How is edema treated?
Your doctor will ask you questions, conduct a full exam, and might order tests to determine why you have edema.
Edema can be temporary or permanent, depending on its cause. Edema is treated according to the condition that is causing it. For example:
- If edema is caused by lung disease, such as emphysema or chronic bronchitis, quitting smoking would be advised if the patient smokes.
- For patients with chronic heart failure, these measures would be advised: treating coronary artery disease; monitoring weight, fluid, and salt intake; and cutting down on excess alcohol.
- If the cause is related to a medication, stopping the medication will cause the swelling to resolve. Talk to your doctor before stopping any medication.
In addition to treating the underlying diseases, there are a few other steps you can take to keep fluid from building up in your body:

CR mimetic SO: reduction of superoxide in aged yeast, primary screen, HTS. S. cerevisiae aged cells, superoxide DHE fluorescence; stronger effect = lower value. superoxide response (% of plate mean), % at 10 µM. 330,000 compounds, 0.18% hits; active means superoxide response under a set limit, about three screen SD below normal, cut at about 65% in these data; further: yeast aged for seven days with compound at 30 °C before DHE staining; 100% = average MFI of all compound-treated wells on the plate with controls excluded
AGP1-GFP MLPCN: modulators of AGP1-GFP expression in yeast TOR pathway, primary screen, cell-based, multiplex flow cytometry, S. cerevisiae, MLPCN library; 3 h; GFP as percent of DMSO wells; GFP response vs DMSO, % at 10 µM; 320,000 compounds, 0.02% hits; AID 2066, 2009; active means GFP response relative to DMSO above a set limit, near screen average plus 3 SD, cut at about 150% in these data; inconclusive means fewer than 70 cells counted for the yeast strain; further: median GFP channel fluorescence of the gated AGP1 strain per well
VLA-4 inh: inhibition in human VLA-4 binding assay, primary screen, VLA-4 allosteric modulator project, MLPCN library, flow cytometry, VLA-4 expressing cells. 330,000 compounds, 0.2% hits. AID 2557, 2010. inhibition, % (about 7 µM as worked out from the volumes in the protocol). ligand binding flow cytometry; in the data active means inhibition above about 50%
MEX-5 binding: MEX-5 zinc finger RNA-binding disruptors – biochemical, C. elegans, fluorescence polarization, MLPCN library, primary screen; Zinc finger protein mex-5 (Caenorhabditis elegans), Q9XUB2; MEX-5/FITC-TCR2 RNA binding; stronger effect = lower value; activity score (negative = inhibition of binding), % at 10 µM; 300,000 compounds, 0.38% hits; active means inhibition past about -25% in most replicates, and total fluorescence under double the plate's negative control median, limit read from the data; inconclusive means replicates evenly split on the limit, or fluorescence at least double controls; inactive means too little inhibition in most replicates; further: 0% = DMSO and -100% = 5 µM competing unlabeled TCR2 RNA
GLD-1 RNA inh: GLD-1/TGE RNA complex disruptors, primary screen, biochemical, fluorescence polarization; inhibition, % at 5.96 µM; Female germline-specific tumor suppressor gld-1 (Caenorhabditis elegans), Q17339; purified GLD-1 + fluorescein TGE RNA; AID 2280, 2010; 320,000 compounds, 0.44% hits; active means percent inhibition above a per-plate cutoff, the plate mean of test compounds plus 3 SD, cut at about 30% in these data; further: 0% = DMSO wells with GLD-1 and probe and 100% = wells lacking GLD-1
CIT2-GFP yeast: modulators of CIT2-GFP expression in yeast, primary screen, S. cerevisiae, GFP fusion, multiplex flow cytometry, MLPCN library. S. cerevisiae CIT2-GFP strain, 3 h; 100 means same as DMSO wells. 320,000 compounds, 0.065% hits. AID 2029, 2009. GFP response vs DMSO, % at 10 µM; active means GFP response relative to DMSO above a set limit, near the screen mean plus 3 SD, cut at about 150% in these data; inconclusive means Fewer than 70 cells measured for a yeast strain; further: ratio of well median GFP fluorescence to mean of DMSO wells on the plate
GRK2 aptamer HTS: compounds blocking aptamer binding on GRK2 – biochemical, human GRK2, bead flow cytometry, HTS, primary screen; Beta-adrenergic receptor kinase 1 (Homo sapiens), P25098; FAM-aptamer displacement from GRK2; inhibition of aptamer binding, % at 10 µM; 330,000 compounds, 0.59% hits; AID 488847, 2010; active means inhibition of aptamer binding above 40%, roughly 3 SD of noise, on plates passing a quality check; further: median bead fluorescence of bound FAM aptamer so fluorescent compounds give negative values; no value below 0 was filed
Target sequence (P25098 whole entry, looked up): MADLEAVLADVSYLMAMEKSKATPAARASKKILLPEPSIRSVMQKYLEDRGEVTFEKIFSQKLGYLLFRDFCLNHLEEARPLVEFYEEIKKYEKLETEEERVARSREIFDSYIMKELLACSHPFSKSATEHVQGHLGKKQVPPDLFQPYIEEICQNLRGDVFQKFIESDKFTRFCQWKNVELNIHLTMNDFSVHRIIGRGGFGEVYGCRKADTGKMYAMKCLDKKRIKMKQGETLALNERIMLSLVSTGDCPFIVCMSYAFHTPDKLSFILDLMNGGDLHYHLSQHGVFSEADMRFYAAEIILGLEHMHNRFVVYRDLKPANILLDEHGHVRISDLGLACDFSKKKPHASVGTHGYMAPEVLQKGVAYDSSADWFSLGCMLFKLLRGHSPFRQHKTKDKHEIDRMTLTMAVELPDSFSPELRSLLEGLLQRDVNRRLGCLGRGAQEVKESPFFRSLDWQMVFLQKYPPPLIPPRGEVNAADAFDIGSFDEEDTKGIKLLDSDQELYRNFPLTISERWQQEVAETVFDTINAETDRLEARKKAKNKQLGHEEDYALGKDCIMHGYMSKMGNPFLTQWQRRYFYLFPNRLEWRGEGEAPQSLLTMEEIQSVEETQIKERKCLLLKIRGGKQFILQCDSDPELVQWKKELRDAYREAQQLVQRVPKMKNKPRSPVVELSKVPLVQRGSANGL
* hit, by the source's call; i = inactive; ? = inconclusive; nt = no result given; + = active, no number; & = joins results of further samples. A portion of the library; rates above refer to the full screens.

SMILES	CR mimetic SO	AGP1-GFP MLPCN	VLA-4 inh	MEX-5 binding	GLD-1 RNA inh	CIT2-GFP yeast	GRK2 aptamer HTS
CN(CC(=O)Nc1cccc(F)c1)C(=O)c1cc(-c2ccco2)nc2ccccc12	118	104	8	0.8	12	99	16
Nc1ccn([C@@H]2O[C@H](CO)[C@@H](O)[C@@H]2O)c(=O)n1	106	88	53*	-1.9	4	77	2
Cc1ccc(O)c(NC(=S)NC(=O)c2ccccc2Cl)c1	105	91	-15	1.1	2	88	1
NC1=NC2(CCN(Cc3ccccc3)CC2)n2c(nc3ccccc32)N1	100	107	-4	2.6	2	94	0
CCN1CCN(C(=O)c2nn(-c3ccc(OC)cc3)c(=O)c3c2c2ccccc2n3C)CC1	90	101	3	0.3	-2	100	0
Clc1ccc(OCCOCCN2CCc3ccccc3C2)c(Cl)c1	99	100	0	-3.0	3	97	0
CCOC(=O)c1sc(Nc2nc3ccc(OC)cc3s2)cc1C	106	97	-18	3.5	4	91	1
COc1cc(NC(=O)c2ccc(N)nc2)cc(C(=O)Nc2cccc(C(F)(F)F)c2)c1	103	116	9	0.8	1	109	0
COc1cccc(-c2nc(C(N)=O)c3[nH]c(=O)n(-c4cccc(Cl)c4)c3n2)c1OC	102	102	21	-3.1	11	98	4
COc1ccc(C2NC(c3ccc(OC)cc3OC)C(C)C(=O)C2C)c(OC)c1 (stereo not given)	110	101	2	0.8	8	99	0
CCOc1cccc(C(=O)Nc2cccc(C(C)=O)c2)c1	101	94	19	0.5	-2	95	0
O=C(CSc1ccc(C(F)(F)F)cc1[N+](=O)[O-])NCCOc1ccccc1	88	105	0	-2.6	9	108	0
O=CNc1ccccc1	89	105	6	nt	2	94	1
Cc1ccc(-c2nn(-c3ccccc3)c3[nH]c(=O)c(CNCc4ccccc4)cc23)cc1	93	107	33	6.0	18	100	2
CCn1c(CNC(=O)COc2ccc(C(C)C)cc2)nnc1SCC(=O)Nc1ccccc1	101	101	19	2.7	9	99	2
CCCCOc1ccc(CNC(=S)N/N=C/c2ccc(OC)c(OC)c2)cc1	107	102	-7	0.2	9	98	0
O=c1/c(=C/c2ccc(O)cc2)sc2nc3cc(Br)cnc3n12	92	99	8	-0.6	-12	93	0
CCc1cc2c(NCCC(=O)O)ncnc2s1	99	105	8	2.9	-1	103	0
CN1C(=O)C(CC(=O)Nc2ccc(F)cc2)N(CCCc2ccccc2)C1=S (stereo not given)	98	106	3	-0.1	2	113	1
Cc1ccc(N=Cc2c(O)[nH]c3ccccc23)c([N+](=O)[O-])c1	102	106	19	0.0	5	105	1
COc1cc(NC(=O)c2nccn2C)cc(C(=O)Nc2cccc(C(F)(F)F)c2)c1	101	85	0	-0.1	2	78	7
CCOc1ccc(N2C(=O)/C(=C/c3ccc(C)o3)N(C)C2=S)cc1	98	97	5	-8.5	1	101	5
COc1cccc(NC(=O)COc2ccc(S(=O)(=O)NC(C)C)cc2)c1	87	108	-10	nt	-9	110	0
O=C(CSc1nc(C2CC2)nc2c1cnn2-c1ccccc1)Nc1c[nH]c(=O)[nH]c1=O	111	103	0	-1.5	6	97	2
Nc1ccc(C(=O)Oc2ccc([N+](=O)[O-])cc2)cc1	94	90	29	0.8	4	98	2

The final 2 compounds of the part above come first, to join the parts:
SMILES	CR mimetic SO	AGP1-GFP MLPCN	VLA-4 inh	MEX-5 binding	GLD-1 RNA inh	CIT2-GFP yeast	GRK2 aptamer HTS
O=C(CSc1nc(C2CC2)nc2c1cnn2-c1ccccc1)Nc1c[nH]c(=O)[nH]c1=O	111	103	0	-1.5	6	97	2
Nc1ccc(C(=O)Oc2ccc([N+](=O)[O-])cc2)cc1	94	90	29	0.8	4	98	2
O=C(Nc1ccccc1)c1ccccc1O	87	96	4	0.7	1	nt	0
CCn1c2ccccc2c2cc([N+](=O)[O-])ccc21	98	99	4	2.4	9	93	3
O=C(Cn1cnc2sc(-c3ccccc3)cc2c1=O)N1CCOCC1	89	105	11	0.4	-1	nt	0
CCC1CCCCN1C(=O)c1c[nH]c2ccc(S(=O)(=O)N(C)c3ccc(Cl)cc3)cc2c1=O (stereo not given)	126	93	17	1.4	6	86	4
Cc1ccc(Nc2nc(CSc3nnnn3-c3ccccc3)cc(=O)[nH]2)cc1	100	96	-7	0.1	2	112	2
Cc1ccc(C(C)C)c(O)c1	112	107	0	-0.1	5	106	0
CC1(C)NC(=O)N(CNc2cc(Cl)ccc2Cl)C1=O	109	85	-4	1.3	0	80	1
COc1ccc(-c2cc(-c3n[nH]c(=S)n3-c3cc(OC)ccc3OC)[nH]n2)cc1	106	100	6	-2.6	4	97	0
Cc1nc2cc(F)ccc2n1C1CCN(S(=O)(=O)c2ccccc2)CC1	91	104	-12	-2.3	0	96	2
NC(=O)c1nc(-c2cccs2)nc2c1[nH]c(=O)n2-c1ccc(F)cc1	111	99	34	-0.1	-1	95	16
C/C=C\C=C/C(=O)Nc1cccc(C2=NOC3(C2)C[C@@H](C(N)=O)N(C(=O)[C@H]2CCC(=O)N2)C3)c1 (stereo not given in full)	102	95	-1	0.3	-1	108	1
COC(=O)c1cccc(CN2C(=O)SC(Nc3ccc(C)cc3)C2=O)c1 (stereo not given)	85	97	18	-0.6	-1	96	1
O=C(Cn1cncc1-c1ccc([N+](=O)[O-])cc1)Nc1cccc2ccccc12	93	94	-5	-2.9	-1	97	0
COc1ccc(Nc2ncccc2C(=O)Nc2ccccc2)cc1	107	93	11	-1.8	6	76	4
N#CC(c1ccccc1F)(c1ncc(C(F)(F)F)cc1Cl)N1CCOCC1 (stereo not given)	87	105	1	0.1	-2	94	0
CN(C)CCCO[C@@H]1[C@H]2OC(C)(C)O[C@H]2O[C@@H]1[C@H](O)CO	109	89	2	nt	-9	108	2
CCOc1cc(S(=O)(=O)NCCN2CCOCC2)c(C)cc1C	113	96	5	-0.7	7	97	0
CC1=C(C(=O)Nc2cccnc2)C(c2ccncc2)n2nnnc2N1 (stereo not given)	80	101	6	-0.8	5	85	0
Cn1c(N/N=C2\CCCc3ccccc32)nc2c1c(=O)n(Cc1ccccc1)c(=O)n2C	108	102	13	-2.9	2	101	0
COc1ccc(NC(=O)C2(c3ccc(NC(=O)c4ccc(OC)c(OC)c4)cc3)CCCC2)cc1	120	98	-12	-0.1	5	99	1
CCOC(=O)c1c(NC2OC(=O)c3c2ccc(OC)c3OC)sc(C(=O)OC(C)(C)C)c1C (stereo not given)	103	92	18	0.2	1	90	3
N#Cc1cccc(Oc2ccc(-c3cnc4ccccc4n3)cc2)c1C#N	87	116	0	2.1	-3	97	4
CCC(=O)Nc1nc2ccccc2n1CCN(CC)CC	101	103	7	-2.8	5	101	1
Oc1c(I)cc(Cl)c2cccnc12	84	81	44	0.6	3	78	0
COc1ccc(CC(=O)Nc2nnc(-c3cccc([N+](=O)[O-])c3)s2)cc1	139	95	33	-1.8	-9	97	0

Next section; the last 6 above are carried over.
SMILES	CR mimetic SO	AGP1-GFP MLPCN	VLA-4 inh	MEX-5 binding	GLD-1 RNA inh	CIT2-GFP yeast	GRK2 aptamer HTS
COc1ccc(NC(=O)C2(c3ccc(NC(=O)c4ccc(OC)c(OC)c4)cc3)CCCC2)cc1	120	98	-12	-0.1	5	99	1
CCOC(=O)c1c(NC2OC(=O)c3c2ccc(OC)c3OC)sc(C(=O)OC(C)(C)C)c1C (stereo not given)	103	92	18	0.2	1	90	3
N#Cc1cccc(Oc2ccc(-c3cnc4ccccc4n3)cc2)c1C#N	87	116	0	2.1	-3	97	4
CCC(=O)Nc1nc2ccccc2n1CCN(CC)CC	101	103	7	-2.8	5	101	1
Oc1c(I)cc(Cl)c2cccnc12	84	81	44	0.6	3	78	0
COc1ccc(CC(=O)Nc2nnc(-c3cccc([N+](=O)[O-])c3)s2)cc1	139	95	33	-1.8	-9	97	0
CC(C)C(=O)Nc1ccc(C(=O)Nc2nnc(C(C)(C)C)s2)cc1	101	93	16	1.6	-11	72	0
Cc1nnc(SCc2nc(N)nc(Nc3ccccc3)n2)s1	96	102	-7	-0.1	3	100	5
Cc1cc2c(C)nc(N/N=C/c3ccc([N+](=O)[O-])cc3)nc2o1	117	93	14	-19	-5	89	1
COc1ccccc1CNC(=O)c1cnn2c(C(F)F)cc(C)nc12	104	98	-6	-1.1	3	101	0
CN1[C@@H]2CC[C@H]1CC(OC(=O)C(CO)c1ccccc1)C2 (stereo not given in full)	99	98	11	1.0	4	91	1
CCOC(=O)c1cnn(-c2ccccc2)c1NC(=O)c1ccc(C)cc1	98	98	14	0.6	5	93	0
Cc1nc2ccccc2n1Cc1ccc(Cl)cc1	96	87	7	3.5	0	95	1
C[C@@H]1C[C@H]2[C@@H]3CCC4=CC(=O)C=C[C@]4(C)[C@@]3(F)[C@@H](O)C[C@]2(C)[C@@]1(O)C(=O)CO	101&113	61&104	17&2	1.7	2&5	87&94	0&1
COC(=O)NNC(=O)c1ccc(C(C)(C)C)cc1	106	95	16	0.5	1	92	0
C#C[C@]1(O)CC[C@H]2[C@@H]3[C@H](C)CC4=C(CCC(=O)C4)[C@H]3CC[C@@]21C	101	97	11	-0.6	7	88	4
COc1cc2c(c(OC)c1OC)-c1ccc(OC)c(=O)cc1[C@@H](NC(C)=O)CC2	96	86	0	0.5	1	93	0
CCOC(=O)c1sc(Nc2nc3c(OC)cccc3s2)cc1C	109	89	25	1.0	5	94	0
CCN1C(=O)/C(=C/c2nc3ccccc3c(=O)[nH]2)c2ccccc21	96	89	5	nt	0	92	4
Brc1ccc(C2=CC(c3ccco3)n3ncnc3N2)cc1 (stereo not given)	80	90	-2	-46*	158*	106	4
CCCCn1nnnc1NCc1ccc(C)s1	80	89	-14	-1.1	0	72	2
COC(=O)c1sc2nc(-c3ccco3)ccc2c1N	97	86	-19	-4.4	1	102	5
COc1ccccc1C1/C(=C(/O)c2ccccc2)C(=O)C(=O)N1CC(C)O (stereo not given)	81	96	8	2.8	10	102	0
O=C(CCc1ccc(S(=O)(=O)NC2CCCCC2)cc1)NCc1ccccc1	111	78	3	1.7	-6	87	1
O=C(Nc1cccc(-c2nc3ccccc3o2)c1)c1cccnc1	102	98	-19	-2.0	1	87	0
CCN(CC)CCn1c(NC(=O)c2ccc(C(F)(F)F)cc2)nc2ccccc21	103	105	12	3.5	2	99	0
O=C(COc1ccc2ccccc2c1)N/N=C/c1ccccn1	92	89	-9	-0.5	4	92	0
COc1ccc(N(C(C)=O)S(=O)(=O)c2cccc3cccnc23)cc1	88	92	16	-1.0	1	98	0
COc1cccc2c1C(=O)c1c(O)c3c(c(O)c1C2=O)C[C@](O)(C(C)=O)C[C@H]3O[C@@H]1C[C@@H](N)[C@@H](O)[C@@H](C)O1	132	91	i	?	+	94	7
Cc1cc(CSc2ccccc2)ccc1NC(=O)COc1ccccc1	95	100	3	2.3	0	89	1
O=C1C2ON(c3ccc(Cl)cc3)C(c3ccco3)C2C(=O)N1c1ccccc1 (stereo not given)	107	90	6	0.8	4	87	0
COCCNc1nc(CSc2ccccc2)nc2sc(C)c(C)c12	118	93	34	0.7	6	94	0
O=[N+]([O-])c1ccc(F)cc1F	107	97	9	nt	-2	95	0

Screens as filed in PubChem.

- Put a pillow under your legs when you are lying down or sitting for prolonged periods. (Keep your legs elevated above the level of your heart.)
- Do not sit or stand for long periods of time without moving.
- Wear support stockings, which put pressure on your legs and keep fluids from collecting in your legs and ankles. These stockings can be purchased at most drugstores.
- Ask your doctor about limiting your salt intake.
- Follow your doctor’s directions for taking prescription medications. Your doctor might want you to take a diuretic (commonly called a "water pill"), which helps your body get rid of excess fluid.
Other important tips:
- Protect any swollen areas from additional pressure, injury, and extreme temperatures. Injury to the skin over swollen areas takes longer to heal and is more likely to become infected.
- Call your doctor immediately if you have any pain, redness, or heat in a swollen area; have an open sore; or experience shortness of breath or swelling of only one limb.